Chapter 7 Eligibility:
You are eligible to file for Chapter 7 bankruptcy after 8 years have passed from a previous Chapter 7 or Chapter 11 discharge, or 6 years have passed from a previous Chapter 13 or Chapter 12 discharge. If it has been less than six years from a previous Chapter 13 discharge, you might still be eligible to file for Chapter 7 bankruptcy if payments under the plan in the prior case totaled:
– 100% of the allowed unsecured claims in the prior case; or
– 70% of the claims and the plan was proposed in good faith and was the debtor’s best effort.
Chapter 13 Eligibility:
You are eligible to file for Chapter 13 bankruptcy after 4 years have passed from a previous Chapter 7, Chapter 11, or Chapter 12 discharge, or two years have passed from a previous Chapter 13 discharge.
180 Days Before Filing Bankruptcy:
You must complete a budget and credit counseling course offered by a non-profit organization/agency approved by the US Bankruptcy Court Southern District Court of Florida within 180 before filing for bankruptcy.
When your Case is Filed:
In a voluntary case, the filing of the petition automatically places you in bankruptcy. In other words, the filing of the petition itself constitutes the order for relief. A bankruptcy trustee will be appointed to oversee your case and ensure you are eligible for bankruptcy.
The trustee is responsible for reviewing your petition, making sure everything has been completed, and scheduling a meeting with your creditors. The court will also notify all of the creditors listed in your petition of your bankruptcy, and enter an Automatic Stay, which will prohibit your creditors from trying to collect or take legal action against you.
14 Days After Filing Bankruptcy:
If you did not declare your assets, liabilities, expenses, and income (commonly referred to as Schedules A through J) at the time you filed your bankruptcy petition, you have 14 days from the filing date of your petition to do so. Failure to file schedules in 45 days will result in automatic dismissal of your case.
15 Days After Filing Bankruptcy:
The Court will send a Notice of Commencement of Case within 15 days of your filing to you and to the creditors that appear on your bankruptcy petition. This notice will indicate the date of the Meeting of Creditors (or 341 meeting, held 21 to 50 days from the petition date), as well as the deadlines for creditors who wish to object to your petition and file their own claims against you (usually 30 days after the conclusion of your 341 meeting). If you’re filing a Chapter 13 bankruptcy and a payment plan was not filed along with the petition, you have 15 days from the filing date of your petition to do so.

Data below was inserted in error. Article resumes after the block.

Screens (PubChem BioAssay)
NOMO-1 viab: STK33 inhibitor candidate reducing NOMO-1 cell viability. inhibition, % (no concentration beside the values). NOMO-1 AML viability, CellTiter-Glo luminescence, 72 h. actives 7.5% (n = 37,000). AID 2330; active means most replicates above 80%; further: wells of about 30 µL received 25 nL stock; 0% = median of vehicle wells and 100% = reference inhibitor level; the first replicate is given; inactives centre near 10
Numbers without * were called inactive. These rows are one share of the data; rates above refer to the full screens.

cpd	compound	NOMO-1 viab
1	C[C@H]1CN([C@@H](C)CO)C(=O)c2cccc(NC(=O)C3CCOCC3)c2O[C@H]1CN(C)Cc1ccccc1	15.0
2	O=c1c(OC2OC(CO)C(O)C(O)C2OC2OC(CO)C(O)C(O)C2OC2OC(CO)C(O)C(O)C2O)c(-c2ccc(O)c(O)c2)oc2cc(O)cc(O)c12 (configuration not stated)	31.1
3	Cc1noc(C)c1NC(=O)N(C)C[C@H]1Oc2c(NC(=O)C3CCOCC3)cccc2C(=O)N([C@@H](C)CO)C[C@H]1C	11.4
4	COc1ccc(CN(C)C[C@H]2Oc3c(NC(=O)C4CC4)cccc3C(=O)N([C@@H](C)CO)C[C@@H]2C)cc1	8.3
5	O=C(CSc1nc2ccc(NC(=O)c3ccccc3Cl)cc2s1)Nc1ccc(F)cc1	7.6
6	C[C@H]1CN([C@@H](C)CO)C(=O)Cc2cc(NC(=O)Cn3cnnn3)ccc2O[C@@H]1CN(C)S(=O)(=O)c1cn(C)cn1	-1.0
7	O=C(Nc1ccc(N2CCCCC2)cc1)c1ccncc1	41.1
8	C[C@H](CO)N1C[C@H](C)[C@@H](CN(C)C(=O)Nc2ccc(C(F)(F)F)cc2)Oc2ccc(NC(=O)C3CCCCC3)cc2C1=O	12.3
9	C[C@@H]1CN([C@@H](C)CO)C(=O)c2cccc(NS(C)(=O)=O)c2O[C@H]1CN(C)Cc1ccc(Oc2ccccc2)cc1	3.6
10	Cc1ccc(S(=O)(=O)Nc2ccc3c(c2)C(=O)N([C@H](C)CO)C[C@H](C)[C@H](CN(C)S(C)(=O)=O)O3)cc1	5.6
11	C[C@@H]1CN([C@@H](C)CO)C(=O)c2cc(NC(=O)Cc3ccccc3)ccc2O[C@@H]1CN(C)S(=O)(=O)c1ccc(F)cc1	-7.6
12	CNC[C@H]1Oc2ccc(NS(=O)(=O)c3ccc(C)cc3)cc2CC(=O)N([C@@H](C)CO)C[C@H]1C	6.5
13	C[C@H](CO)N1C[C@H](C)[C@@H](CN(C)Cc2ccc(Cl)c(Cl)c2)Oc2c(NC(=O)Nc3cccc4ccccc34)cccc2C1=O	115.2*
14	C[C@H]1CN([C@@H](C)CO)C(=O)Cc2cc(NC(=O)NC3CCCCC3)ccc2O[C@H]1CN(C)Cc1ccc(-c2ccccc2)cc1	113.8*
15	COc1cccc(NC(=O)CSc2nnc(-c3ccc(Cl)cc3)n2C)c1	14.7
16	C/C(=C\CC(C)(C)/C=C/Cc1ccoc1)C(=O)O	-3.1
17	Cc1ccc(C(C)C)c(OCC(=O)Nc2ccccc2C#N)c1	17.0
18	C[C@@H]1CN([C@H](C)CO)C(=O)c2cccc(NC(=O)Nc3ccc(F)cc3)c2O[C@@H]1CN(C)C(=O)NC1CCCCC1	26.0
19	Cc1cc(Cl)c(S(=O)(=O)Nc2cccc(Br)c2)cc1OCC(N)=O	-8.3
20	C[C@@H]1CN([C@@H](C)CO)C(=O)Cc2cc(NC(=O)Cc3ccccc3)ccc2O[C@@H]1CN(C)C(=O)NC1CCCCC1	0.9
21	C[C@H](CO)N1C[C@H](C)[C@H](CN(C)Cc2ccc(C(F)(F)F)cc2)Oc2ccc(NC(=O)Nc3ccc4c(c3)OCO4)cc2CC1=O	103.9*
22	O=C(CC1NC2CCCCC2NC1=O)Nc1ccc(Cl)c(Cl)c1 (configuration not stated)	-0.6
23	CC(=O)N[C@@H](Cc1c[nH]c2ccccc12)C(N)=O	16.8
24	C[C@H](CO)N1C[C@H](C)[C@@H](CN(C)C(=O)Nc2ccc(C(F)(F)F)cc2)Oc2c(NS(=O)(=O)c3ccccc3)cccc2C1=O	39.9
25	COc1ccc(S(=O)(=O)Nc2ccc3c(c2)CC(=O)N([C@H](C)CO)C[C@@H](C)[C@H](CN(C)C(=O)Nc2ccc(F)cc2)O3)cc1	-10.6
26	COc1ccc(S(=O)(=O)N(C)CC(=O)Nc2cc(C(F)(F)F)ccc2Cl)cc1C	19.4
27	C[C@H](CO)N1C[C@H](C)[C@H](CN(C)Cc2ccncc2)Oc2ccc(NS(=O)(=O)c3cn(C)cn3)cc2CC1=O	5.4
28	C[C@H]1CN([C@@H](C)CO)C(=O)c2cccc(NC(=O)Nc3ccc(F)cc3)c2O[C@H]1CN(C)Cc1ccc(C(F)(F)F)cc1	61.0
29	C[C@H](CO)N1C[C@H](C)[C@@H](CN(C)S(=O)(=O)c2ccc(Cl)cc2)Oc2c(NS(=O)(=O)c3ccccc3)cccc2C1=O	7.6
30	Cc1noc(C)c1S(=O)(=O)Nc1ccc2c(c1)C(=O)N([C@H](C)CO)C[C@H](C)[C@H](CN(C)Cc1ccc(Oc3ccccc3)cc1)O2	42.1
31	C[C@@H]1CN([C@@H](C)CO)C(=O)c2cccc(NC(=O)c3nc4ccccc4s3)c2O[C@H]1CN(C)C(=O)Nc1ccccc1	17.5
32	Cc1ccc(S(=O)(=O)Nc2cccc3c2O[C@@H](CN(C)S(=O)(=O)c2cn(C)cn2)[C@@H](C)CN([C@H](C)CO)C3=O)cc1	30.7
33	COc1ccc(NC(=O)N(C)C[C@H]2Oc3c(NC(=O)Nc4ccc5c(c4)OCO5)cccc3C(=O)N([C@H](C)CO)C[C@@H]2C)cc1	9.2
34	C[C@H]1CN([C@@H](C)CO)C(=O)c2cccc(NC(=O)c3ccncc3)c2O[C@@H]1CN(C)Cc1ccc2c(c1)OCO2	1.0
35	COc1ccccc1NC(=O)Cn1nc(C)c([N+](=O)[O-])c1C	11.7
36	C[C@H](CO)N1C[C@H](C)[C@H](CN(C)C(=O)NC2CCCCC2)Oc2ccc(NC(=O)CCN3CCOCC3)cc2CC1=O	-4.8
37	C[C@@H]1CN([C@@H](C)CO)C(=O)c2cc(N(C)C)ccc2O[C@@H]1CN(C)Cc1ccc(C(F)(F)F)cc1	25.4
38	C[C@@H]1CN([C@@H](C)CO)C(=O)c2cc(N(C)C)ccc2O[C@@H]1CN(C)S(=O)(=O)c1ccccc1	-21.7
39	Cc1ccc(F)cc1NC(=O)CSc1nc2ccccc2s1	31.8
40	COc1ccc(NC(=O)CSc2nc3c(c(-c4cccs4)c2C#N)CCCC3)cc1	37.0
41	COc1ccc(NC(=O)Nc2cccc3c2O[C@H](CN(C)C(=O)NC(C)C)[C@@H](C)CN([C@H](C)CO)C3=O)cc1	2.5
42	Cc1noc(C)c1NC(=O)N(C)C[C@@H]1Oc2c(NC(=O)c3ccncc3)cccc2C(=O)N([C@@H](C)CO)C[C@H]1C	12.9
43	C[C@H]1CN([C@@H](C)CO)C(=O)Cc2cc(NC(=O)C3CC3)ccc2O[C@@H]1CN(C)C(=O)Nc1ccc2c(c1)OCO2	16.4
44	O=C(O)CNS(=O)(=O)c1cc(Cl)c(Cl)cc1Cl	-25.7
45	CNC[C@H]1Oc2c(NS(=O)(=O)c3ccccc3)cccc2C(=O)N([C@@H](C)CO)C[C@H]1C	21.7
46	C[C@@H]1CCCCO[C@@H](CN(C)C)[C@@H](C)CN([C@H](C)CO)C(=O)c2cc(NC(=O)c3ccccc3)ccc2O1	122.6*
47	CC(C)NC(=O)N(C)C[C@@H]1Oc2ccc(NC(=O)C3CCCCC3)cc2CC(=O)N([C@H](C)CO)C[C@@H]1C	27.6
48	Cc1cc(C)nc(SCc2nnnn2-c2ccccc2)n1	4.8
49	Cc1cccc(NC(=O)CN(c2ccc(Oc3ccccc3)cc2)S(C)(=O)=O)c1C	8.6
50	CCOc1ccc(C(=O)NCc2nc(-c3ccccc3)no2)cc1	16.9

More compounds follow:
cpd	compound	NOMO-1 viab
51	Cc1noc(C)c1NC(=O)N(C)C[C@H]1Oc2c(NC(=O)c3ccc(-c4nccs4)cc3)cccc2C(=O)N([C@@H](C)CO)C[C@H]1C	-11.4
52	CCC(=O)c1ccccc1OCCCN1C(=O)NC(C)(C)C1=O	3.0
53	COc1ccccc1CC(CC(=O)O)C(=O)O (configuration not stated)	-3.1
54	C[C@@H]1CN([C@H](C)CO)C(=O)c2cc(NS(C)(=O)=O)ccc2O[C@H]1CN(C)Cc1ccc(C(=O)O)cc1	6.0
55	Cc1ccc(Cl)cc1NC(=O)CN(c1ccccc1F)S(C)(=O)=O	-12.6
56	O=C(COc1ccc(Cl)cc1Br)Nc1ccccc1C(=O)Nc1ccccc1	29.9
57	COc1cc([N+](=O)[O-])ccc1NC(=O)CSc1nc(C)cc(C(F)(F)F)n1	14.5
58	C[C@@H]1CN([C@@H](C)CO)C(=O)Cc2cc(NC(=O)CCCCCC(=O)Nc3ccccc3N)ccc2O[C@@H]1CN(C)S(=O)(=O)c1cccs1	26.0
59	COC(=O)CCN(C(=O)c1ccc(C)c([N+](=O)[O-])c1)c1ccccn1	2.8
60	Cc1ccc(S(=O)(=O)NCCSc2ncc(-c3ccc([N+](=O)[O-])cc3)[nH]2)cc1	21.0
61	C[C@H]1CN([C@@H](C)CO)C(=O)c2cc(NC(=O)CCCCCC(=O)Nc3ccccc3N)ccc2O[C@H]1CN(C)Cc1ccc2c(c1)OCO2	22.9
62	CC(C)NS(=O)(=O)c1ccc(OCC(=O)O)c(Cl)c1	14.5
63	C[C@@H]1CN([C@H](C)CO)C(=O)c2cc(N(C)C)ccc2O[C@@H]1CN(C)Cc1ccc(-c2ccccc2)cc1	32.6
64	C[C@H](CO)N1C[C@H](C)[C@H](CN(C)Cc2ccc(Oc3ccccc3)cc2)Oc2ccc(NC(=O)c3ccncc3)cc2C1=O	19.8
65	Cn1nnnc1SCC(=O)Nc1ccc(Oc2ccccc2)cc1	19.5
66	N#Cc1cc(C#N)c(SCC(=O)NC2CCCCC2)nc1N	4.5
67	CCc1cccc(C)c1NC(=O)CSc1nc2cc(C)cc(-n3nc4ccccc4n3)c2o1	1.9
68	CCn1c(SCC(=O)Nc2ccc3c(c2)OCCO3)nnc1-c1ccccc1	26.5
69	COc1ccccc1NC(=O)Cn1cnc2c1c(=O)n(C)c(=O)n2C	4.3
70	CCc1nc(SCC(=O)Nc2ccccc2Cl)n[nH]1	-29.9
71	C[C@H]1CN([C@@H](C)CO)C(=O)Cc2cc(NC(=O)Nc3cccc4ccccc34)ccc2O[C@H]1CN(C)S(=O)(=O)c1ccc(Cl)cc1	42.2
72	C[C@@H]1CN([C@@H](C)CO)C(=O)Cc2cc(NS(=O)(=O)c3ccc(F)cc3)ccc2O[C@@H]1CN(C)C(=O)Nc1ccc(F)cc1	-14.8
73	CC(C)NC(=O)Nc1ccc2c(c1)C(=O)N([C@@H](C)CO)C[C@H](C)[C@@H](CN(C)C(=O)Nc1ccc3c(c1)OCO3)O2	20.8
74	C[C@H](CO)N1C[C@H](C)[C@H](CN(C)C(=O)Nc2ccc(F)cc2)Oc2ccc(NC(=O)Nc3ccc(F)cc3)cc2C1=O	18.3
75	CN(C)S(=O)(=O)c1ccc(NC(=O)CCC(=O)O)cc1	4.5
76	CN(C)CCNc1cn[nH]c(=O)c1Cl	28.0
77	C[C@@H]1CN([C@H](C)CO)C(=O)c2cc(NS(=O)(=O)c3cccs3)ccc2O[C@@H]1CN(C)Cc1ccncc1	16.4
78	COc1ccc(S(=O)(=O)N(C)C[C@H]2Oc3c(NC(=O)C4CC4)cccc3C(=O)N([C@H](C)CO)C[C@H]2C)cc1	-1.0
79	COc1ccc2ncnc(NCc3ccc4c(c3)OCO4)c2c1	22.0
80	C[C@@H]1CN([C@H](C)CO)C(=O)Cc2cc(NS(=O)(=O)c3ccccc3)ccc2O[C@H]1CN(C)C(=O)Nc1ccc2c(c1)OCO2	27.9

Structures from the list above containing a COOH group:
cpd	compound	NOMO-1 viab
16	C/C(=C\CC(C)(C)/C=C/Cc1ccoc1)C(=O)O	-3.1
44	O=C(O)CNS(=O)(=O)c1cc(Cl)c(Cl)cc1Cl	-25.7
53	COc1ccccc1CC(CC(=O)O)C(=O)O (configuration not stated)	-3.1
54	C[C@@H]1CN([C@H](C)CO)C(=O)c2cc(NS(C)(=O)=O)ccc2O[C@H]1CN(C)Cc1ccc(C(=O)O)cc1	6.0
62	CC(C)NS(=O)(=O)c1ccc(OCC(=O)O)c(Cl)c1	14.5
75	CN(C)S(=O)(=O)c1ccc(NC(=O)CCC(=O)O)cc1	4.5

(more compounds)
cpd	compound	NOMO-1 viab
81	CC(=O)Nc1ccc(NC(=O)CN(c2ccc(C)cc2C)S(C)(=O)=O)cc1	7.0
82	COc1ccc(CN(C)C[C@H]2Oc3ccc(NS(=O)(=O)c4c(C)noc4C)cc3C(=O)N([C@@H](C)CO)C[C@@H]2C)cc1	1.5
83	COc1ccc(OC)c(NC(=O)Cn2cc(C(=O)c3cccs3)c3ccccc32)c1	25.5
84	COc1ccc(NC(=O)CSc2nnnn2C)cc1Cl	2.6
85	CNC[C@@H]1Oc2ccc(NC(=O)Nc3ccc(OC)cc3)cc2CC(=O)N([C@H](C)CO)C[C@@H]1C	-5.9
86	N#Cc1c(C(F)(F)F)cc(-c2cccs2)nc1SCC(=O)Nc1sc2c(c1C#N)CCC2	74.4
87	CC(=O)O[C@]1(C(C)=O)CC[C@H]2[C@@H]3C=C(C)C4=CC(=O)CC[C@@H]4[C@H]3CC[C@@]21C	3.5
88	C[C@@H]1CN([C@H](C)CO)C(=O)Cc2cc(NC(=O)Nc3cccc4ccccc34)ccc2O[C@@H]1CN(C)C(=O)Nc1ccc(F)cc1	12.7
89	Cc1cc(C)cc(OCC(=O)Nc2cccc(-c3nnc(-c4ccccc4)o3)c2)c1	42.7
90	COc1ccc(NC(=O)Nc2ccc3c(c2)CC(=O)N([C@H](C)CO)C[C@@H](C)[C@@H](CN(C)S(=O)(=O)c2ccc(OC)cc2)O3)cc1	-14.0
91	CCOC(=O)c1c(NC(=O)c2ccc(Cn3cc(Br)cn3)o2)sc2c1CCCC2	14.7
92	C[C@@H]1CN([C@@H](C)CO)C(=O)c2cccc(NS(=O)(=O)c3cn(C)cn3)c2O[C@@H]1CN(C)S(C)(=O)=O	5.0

30 Days After Filing Bankruptcy:
Within 30 days you must file a Statement of Intention, indicating whether or not you intend to surrender your property that serves as collateral, or if you plan on keeping it. Deadline for performing intention is 30 days after first date set for Meeting of Creditors or such longer time as court fixes. Failure to abide by the deadline does not forfeit property right, but automatic stay will expires. Deadline to surrender property not redeemed or contracted for reaffirmation is 45 days after the Meeting of creditors.
45 Days After Filing Bankruptcy:
You must file a statement that acknowledges that you received an explanation of which bankruptcy chapters are available to you, evidence of payment from your employer from within the last 60 days, an itemized statement of your monthly income, and an estimate of any anticipated increases income or expenditures in the next year.
21 to 50 Days After Filing Bankruptcy:
A Meeting of Creditors will be held. You are required to attend this meeting. At the meeting, you will be required to testify under oath that your petition is accurate. If you fail to appear at this meeting your bankruptcy case will be dismissed and you will have to file all over again. Furthermore, if your creditors or bankruptcy trustee have any objections to your claims for exemptions, they have 30 days following this meeting to make their objections known.
90 Days After the Meeting of your Creditors:
All creditors, with the exception of the government, must file proofs of claim if they wish to receive payments from your case in the event that you have assets that are available for liquidation.
Your Chapter 7 case will be discharged after 60 days from the date of the meeting as long as the trustee does not seek to dismiss your case or your creditors object to the discharge of your debts.
Your Chapter 13 case will be discharged at the end of your payment plan, usually three to five years from the date of your bankruptcy petition filing date.
To discuss your concerns regarding foreclosure, debt liquidation, or debt repayment plans, contact a skilled Fort Lauderdale Bankruptcy Lawyer. Call us at (954) 282-8296 to arrange an initial consultation and find out what we can do for you.